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New docuseries focuses on North High School Polars and death of quarterback, Deshaun Hill

Friday Night Lights director Peter Berg was behind the series.

MINNEAPOLIS — Initially Peter Berg set out to document something he's always been interested in.

"I'm a big football fan, I've done Friday Night Lights and other things in the football space," he said. "We were making a film following a football team and coaches, and that was sort of the idea."

Spurred by the killing of George Floyd, Berg said he wanted to feature the North High School Polars, who were coached by Minneapolis police officers.

That's until the shooting death of Deshaun Hill, the Polar quarterback, and one of the main stars in Berg's series.

"To see this young man brutally murdered, for absolutely no reason, was like getting hit by a freight train, and that became the dominant experience of the series," Berg said.

Even decades of experience, couldn't foresee the tragedy's uncanny timing.

"It's really unprecedented," Berg said. "You know I've been making films for a long time and I've never experienced anything like this. This was the most emotional and profound experience of my career. Early on in the season, we were at the Hill house with Tuesday his mother and Deshaun Senior his dad, and straight up unprompted, Tuesday was talking about her greatest fear--is that her son Deshaun was gonna get killed. Leaving school walking to the bus, and he smiled and laughed and said, 'you worry too much mom' and that's exactly what happened."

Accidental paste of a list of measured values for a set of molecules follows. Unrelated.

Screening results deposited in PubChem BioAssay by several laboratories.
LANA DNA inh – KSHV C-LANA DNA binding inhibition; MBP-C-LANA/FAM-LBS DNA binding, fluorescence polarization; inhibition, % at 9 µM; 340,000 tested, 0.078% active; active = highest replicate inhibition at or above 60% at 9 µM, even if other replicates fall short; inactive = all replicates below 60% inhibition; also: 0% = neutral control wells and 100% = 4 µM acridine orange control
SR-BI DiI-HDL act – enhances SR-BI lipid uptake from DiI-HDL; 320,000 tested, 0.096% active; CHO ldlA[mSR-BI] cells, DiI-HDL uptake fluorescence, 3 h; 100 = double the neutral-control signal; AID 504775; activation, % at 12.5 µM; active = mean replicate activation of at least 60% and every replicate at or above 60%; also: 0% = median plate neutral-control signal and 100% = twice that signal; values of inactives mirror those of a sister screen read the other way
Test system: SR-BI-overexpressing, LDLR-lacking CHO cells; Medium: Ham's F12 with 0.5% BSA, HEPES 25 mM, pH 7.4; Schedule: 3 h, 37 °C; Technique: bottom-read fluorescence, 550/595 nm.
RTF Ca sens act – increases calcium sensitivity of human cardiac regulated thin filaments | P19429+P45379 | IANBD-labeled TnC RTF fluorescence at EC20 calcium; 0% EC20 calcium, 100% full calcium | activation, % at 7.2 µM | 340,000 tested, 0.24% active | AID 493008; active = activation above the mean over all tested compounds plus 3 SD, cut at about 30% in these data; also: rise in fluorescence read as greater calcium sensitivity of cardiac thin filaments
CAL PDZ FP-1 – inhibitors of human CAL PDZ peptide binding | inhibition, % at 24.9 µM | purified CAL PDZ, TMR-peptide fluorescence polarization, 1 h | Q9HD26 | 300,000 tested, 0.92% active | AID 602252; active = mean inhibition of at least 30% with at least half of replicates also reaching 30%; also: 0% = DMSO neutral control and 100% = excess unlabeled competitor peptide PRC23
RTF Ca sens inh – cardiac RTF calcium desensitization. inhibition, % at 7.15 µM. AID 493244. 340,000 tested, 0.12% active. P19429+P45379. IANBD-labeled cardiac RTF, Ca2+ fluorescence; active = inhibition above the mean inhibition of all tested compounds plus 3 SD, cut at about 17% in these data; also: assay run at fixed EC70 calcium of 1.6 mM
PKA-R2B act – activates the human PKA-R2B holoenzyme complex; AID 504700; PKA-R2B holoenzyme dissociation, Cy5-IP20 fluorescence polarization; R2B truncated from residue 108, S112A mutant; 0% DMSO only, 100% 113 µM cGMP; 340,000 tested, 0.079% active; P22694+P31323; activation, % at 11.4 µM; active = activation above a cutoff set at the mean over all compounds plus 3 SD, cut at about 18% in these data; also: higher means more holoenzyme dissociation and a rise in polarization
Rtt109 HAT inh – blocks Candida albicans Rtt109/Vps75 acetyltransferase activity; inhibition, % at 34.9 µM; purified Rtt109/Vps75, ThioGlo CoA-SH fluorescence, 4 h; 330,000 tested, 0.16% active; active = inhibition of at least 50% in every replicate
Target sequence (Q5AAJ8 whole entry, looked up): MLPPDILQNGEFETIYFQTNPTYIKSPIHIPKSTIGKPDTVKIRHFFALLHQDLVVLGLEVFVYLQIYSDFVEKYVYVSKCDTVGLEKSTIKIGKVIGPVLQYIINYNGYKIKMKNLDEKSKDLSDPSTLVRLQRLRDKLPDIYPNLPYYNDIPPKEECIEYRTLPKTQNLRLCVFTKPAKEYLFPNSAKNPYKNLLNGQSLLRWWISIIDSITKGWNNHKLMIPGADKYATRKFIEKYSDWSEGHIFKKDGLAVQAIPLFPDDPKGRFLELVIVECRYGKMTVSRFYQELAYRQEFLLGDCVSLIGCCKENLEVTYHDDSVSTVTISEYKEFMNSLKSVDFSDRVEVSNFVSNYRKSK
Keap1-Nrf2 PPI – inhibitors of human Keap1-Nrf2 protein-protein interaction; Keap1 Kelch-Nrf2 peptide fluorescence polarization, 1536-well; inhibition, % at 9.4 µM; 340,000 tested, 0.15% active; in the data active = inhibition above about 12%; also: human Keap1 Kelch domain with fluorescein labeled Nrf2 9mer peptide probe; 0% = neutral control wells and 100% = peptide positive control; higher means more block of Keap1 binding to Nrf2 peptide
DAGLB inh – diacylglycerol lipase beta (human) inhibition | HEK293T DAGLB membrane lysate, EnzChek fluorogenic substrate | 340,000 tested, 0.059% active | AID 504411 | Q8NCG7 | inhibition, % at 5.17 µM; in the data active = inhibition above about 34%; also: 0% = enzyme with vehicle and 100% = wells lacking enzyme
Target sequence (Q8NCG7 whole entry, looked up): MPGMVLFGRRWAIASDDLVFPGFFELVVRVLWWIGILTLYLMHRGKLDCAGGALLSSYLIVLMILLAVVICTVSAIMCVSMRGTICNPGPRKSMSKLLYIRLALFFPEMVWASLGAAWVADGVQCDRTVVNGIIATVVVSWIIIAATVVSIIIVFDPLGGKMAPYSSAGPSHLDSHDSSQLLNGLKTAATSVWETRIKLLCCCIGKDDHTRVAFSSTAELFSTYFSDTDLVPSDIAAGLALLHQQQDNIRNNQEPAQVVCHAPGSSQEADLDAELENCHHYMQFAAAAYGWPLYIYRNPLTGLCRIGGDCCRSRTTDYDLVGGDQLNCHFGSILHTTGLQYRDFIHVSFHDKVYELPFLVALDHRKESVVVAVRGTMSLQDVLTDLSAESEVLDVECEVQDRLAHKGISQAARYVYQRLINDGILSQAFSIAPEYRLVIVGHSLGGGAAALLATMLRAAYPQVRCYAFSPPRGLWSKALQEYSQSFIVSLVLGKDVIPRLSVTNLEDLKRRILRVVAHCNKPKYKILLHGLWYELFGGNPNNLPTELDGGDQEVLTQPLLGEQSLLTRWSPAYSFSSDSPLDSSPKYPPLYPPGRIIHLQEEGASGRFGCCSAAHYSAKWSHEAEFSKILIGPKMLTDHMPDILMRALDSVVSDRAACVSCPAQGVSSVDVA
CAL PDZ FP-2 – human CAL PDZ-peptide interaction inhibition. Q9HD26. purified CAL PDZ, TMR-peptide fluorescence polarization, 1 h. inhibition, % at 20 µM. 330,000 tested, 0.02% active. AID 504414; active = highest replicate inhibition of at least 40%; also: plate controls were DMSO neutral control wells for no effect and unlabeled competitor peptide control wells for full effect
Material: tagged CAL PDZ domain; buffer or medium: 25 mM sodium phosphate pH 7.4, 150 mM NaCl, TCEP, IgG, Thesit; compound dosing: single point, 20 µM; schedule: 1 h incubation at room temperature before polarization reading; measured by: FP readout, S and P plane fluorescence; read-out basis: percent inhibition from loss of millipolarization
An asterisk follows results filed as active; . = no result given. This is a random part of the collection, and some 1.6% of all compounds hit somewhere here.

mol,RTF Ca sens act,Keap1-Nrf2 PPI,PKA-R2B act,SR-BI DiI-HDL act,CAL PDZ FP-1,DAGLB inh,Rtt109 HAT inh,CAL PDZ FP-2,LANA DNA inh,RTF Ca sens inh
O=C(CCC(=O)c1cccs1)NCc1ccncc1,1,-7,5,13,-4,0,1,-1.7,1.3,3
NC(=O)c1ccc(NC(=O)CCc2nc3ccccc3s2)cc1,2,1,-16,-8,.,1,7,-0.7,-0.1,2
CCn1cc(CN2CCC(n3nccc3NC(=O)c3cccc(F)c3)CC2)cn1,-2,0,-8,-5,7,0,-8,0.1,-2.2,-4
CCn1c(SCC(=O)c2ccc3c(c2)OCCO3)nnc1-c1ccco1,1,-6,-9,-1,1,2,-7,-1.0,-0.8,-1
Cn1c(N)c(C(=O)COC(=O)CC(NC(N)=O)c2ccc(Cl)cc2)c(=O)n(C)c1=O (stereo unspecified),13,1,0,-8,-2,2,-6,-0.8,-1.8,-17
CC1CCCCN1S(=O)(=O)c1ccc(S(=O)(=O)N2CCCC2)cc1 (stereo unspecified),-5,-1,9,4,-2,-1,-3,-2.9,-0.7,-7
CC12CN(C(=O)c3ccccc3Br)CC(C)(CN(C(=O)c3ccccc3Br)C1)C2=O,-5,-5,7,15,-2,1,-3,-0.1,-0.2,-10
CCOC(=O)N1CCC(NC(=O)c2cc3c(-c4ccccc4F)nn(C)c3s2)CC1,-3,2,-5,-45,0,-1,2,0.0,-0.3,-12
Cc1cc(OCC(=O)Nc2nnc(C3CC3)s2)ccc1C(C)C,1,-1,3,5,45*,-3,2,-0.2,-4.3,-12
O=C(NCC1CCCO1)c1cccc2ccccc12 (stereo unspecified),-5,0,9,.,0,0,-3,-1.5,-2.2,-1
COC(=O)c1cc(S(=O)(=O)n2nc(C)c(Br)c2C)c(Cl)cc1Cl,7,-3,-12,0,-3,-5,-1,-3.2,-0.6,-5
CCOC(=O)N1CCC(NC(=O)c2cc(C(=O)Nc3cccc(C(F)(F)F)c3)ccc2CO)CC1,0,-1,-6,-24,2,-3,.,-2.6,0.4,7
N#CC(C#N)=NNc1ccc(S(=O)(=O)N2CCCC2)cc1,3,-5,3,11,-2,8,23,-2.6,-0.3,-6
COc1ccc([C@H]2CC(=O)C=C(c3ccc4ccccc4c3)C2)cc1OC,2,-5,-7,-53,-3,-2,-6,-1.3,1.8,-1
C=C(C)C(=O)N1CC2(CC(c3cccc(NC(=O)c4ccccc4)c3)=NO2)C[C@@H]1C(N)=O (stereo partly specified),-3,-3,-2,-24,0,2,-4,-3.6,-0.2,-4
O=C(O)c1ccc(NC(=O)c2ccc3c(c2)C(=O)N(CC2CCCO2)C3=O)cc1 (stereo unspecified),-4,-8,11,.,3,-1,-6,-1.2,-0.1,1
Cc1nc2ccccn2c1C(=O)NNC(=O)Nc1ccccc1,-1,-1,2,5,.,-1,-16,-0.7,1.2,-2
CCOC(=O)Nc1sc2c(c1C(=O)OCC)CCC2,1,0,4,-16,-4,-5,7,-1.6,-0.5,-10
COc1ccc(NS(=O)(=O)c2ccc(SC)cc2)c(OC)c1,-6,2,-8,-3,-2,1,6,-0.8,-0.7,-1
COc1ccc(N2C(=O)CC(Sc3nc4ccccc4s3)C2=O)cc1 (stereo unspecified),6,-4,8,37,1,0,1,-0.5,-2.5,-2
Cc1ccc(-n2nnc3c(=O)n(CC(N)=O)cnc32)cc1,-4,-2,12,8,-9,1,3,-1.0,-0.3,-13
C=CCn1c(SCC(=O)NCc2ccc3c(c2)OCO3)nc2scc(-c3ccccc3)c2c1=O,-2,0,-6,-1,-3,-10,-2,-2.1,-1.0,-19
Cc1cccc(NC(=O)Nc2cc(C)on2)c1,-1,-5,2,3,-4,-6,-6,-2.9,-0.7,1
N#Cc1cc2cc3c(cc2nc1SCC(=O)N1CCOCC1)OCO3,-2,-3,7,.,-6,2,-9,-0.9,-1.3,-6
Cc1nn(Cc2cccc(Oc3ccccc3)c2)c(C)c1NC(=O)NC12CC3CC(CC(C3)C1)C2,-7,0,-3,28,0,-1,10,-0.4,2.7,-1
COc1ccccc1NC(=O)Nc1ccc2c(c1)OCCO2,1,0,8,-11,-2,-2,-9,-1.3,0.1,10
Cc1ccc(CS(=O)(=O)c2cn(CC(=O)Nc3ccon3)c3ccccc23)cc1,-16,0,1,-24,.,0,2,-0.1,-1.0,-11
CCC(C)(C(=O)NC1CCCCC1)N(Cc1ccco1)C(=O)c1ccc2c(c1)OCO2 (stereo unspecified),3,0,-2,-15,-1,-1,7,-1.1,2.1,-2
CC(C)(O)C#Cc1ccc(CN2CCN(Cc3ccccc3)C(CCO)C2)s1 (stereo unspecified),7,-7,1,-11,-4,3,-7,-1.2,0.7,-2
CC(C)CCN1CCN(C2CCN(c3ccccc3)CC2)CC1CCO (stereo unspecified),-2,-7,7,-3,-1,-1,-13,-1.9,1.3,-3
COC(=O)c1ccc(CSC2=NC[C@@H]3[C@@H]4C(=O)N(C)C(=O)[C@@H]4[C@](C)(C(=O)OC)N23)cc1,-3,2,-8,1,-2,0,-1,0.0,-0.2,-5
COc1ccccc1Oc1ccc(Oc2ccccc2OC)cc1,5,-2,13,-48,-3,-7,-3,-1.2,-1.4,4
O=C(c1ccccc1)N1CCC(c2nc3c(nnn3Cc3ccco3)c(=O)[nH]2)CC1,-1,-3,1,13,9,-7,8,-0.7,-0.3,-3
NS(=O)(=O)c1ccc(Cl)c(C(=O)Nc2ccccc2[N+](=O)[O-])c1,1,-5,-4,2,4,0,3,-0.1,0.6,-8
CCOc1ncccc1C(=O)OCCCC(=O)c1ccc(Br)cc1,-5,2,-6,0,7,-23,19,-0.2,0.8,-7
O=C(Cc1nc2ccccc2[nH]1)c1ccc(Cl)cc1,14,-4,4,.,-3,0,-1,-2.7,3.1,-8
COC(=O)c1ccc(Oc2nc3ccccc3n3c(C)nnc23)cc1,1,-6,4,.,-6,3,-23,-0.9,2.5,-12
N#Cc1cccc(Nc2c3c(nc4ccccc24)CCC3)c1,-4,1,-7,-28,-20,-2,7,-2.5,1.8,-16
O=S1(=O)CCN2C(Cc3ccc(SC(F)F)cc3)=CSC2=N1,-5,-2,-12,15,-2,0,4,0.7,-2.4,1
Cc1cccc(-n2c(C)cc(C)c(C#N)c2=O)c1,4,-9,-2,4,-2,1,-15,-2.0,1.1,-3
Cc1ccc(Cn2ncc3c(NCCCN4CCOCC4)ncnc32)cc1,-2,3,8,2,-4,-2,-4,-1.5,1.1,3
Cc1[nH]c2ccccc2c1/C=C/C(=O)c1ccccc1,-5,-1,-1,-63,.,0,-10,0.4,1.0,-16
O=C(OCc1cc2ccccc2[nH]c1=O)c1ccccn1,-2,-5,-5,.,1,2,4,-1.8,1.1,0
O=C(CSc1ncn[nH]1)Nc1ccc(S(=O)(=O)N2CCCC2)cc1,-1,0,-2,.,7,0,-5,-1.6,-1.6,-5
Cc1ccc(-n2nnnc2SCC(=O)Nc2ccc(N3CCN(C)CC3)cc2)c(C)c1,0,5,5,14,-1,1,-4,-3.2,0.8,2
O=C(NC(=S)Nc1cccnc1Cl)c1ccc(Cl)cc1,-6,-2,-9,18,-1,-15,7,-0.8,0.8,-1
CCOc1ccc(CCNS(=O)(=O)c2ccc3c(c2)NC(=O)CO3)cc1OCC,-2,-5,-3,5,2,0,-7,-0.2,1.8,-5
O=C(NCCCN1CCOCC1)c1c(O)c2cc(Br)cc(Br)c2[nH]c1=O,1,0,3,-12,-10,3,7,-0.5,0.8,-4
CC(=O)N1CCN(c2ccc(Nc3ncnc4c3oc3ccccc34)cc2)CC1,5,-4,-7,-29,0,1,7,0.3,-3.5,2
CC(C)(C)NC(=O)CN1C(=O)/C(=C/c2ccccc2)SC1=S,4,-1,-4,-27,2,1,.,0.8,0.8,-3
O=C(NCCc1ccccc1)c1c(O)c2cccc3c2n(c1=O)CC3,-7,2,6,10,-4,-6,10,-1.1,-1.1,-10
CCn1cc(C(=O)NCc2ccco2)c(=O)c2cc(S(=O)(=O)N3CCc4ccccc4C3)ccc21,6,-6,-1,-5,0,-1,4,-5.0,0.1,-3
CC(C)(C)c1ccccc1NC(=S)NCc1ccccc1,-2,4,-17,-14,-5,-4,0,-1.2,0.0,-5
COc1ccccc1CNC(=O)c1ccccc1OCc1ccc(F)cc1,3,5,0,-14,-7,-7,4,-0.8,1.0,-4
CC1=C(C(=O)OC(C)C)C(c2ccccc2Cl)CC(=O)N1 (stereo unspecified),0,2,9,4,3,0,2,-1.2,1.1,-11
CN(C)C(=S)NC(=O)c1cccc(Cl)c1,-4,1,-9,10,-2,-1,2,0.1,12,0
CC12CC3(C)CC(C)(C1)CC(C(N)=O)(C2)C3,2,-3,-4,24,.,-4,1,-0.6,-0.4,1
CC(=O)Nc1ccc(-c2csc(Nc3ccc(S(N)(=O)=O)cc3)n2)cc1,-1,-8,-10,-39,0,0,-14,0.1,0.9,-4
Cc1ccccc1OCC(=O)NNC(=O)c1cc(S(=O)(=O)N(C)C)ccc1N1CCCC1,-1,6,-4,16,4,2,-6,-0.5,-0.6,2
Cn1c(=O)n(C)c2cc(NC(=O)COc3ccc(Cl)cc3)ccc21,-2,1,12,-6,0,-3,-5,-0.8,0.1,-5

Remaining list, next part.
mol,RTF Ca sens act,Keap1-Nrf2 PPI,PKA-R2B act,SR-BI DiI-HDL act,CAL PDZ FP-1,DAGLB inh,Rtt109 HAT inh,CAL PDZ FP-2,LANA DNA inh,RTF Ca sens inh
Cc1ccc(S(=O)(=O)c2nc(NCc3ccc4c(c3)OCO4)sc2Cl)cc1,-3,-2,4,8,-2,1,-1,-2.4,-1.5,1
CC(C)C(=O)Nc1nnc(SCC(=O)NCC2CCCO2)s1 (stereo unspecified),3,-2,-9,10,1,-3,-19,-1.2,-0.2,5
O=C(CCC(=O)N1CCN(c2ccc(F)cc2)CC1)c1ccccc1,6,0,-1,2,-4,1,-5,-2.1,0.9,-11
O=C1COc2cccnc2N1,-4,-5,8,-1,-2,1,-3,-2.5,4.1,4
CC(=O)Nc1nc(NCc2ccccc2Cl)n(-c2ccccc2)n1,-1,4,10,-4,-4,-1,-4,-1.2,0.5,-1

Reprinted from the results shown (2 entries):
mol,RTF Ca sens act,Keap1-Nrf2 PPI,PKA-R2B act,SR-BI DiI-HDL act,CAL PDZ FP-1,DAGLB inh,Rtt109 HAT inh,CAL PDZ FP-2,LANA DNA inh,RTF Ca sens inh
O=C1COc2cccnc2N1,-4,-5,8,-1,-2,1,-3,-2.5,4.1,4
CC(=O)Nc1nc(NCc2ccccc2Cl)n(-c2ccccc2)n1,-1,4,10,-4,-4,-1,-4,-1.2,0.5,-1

And Berg says he was nervous to show the Hill family the final product.

"It's very impactful and it's an absolute horror what happened to him," Berg explained. "So we just agreed we're gonna finish the film, show it to the community and the family, and see if we can get it right and make them feel as though they were glad. At least, if there was a silver lining, that we were there to capture this beautiful young man and save his memory."

Ultimately, Berg said the series is not a statement on anything, but more of a call to action on reflection from the audience.

"Maybe have an opportunity to increase their empathy and their thought process on everything from poverty, to football, to policing, to gun violence, to family," Berg said. "I think it's to look at all of those things."

Boys in Blue is available to stream on Showtime, and will premiere at 8 p.m. January 6th.

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